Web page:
• Robust Notification/Communication: Public communication should be transparent and forthright. Decades of experience in the software industry have taught that the best way to ensure security and safety are: notification of when and where flaws exist, their severity, contents of the update, and clear instructions.

★ Segmentation and Isolation

Do you have a published attestation of the physical and logical isolation measures you have implemented to separate critical systems from non-critical systems?

If systems share the same memory, computing, and/or circuitry (as most current generation cars do), these systems allow for loss of life and limb. Such risks are entirely avoidable and merit a higher standard of care. For instance, a malicious InfoTainment application or a compromise over Bluetooth or wireless should never have the ability to take control over critical functions such as disabling the brakes, deploying airbags, or turning the steering wheel. Hacking the InfoTainment system should never cause an accident.

Key Elements:

  • “Air Gaps”: Physical separation is the only way to ensure that non-critical systems can not adversely impact primary, operational, and safety systems (e.g. Hacking the stereo can never cause a crash). While some manufacturers are planning, discussing, or implementing logical isolation techniques, methods to circumvent these measures are routinely discovered and demonstrated.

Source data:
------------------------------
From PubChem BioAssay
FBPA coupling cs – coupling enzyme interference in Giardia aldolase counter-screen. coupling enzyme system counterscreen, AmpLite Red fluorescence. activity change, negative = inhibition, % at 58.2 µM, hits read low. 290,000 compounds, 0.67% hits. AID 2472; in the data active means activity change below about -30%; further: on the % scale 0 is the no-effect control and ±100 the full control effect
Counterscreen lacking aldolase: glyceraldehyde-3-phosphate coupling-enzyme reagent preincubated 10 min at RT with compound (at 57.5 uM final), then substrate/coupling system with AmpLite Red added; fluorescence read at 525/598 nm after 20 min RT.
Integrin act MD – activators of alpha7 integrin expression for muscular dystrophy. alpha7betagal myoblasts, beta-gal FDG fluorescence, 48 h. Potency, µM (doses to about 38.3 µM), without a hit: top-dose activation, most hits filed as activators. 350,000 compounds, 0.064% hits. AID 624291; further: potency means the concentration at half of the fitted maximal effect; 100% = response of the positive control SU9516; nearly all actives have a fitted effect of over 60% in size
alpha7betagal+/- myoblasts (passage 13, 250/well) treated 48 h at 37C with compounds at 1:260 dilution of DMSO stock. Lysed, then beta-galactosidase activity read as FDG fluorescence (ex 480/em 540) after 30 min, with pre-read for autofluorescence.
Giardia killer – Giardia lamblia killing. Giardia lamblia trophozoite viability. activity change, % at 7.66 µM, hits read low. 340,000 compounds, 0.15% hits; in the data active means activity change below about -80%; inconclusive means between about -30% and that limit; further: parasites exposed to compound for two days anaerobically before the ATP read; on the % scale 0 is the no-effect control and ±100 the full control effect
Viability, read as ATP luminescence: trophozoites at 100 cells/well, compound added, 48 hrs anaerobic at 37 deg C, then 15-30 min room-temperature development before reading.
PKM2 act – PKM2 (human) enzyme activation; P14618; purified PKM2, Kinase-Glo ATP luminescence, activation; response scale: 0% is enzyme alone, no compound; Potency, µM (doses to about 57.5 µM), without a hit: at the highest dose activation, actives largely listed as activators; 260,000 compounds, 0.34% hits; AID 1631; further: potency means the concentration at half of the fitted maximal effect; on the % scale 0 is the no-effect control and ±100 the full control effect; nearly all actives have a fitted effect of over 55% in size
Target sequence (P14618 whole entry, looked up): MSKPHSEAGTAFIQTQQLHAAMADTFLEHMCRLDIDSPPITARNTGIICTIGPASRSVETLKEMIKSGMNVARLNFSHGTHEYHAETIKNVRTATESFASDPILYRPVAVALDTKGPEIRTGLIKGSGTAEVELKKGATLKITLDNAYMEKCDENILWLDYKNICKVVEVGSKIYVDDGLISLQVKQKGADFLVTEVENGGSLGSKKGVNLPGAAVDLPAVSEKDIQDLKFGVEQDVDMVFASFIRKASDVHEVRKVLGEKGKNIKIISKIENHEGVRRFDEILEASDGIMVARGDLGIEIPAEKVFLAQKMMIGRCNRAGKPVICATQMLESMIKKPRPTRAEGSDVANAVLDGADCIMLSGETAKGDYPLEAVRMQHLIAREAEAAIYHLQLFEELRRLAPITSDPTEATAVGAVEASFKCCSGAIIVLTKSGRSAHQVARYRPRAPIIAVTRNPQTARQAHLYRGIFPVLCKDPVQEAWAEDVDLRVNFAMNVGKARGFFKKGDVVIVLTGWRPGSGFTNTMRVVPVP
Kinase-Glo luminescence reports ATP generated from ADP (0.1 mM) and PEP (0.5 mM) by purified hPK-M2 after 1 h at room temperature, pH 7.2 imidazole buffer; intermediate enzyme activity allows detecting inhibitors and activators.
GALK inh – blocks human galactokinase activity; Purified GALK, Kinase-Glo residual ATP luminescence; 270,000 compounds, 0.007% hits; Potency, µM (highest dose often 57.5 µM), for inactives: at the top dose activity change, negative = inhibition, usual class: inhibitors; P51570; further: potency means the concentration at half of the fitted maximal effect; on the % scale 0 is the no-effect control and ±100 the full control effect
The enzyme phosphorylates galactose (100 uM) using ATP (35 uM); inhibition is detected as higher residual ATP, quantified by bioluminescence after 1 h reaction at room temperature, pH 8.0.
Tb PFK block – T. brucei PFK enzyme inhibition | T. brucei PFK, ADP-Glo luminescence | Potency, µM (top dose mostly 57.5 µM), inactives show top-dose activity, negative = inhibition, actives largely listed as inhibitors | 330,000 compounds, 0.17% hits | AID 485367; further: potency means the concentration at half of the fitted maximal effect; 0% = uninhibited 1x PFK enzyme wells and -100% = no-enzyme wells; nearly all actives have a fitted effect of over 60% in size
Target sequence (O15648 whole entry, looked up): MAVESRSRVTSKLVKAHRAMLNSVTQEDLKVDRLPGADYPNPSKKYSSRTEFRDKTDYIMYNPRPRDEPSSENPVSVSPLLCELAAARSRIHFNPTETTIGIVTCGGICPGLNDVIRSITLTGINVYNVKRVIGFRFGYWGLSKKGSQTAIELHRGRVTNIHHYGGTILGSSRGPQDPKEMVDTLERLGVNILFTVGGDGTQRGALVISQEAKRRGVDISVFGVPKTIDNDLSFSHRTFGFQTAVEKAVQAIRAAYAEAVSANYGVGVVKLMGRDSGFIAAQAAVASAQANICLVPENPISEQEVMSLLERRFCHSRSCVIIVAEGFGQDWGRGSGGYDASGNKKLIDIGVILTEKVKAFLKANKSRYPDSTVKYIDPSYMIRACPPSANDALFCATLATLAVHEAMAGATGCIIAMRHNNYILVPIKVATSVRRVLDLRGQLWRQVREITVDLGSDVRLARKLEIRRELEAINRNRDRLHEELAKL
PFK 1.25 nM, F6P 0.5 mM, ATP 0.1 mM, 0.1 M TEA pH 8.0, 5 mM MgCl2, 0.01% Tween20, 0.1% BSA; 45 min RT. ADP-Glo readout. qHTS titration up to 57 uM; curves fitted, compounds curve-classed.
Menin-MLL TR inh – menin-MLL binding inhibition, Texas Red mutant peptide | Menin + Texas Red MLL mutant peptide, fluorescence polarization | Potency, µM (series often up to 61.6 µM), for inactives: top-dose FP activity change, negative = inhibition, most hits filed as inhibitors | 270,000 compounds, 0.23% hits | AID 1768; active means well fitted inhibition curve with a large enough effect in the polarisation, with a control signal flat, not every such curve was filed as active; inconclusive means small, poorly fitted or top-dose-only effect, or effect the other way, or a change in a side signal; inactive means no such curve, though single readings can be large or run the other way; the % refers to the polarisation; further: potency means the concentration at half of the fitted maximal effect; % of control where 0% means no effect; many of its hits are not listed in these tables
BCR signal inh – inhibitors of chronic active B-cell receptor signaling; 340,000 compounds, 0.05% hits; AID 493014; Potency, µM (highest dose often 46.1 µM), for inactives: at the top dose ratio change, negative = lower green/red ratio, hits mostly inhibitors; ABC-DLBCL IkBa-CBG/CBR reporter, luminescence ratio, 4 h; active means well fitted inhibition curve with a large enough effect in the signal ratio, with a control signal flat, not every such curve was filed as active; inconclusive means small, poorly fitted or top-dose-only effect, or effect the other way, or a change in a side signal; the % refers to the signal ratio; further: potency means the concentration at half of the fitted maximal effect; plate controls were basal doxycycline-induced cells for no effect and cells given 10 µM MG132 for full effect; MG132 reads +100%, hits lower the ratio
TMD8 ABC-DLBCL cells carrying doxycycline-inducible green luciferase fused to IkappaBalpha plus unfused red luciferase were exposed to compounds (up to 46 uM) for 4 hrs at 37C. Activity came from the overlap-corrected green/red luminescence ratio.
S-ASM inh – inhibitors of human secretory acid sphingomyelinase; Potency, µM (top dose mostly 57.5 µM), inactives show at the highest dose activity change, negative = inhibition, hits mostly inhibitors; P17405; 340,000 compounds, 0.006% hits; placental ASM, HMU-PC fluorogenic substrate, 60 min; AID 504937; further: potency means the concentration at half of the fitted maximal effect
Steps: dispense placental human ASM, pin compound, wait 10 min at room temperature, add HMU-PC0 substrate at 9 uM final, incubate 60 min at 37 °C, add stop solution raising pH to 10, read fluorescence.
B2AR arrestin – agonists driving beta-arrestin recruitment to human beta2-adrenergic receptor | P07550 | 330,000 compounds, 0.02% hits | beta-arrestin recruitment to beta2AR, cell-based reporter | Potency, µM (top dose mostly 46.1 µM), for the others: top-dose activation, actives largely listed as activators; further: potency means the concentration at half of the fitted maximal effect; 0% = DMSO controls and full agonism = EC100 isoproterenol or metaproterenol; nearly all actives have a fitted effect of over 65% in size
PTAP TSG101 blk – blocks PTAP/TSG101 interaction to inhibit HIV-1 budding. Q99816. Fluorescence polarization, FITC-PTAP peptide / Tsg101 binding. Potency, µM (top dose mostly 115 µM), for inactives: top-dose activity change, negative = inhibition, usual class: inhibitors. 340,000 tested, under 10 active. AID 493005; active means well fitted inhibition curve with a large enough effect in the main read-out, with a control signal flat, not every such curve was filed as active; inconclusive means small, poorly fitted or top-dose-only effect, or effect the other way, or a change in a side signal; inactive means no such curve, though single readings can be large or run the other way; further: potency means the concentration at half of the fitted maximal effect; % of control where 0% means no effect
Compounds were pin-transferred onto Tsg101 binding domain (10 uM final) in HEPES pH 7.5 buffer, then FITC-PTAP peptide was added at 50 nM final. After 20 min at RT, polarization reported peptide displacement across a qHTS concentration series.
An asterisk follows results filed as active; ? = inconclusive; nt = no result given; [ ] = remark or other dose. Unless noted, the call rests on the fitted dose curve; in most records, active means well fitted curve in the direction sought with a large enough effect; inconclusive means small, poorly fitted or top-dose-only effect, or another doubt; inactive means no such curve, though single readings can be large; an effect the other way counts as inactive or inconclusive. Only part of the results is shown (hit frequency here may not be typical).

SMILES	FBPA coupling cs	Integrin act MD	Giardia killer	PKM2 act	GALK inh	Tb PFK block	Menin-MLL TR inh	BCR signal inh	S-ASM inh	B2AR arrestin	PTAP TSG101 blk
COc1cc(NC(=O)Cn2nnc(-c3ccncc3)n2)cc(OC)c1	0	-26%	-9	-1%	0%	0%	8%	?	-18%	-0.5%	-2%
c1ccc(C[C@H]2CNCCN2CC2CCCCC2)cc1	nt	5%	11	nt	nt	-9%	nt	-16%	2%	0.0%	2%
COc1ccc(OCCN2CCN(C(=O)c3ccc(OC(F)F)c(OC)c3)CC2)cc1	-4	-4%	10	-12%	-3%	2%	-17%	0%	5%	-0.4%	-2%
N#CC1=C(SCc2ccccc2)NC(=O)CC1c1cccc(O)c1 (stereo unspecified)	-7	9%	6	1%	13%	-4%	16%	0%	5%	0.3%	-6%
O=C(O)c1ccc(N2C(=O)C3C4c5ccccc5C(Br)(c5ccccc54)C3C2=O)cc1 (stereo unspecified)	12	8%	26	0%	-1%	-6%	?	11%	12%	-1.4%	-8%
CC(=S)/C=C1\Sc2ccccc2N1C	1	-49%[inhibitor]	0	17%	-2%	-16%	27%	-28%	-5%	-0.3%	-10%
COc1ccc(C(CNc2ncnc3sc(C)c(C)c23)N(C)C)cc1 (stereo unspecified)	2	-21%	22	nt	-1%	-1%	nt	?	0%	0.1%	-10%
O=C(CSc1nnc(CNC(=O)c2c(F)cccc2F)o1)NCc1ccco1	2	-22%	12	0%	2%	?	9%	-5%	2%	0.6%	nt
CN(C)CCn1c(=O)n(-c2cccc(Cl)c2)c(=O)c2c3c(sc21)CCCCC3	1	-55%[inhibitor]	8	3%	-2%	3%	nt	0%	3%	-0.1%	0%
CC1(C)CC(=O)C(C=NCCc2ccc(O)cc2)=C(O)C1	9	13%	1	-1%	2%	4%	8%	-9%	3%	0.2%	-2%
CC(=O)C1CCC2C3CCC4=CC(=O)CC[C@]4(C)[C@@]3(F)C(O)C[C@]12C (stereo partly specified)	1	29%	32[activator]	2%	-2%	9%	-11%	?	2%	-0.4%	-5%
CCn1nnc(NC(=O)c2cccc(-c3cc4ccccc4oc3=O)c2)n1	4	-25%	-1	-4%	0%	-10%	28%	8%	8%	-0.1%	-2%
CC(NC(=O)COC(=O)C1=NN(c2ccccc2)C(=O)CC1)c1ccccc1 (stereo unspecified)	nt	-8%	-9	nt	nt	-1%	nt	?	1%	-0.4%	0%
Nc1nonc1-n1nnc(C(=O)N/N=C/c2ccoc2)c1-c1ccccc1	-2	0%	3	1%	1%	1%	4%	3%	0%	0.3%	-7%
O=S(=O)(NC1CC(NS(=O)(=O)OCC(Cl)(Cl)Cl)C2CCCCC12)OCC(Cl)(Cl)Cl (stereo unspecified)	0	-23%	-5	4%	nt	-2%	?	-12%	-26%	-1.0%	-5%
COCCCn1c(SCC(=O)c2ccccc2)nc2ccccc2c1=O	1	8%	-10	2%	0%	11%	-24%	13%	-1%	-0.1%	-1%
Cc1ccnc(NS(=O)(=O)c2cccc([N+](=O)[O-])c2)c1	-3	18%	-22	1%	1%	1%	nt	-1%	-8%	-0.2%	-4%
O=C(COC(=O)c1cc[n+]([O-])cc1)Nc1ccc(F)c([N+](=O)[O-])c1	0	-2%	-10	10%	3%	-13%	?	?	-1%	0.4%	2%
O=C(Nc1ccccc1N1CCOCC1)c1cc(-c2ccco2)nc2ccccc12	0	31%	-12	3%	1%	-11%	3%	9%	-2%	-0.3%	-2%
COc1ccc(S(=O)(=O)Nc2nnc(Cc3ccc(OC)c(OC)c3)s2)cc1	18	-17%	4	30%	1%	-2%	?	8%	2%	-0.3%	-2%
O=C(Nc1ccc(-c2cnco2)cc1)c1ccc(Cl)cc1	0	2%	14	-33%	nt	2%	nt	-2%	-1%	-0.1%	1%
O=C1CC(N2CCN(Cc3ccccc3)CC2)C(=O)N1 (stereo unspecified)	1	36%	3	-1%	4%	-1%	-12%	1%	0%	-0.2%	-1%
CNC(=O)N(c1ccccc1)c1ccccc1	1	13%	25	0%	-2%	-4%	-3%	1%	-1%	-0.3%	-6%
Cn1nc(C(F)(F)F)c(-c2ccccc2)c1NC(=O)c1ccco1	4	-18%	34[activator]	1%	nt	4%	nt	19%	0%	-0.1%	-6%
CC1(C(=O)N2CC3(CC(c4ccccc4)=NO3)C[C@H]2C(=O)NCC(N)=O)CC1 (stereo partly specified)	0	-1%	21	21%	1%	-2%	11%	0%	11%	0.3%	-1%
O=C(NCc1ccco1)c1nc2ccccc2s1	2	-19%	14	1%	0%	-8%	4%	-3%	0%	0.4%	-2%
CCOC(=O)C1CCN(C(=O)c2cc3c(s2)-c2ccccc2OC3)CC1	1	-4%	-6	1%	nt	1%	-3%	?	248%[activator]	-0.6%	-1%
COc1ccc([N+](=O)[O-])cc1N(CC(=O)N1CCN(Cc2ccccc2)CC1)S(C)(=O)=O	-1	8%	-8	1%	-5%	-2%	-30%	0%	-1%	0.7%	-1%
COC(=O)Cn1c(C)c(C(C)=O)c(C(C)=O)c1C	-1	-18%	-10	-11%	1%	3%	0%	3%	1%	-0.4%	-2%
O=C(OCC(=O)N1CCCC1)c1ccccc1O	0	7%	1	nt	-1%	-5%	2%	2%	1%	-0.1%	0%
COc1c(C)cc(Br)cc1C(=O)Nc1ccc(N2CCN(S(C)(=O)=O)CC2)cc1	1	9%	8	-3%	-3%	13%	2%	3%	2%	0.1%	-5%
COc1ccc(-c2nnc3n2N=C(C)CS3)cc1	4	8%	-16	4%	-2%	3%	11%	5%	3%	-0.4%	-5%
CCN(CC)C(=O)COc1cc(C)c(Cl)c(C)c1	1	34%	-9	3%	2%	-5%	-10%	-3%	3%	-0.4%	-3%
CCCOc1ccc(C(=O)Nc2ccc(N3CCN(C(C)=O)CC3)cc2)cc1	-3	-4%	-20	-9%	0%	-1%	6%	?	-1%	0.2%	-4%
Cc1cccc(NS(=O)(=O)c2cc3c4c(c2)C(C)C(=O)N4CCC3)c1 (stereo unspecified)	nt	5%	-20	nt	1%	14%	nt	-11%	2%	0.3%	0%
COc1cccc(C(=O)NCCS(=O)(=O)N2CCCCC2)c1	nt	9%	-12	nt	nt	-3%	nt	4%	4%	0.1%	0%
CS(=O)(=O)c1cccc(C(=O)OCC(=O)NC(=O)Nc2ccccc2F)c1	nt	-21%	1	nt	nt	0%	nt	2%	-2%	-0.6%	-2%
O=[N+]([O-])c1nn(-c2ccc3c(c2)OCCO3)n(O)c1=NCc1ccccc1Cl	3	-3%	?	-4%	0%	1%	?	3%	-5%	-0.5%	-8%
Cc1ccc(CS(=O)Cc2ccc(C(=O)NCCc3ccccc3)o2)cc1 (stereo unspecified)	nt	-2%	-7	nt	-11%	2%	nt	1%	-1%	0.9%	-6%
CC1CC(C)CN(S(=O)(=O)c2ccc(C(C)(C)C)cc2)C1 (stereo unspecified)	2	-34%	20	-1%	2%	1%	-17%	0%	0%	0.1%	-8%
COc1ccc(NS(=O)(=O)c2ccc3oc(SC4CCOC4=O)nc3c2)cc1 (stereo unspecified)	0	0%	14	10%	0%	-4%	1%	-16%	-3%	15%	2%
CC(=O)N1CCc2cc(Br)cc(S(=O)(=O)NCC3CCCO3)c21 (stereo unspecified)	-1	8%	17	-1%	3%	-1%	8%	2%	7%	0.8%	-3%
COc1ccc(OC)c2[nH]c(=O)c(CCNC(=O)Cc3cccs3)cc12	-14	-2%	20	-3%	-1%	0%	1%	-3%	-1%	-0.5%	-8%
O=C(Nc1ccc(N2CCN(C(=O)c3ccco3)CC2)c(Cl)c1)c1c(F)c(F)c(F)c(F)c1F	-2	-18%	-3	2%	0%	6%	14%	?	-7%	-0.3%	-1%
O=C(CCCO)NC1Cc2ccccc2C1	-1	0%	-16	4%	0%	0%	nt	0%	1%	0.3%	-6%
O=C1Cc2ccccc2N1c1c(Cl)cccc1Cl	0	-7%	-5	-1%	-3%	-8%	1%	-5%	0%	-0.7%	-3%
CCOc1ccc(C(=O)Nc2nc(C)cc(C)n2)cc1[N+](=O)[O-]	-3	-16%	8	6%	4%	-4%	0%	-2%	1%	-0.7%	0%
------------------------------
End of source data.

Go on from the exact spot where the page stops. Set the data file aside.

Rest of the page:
• System Integrity/Recovery: Techniques exist to indicate when a system has been compromised. Earlier detection can reduce the total duration and extent of the compromise as well as catalyze remediation. In some cases, a “fail safe” or “safe mode” can be an automatic fallback safety mechanism. Any choices should be scrutinized with experienced adversary/threat analysis as they may introduce new attack or denial of service opportunities.
  • Enhanced Assurance: Given the potential for harm, a higher rigor and level of assurance is merited. Third-party review and validation of architecture, implementation, and adversary resilience testing can raise confidence. Similarly, Operating System choices such as Mandatory Access Control  (MAC) architectures reduce risk. “Formal Methods” of engineering and more secure protocols merit consideration. Evaluation examples may be instructive (e.g. “Common Criteria EAL 5+”).

Carmakers or other interested parties get in touch with us at: autosafety [at]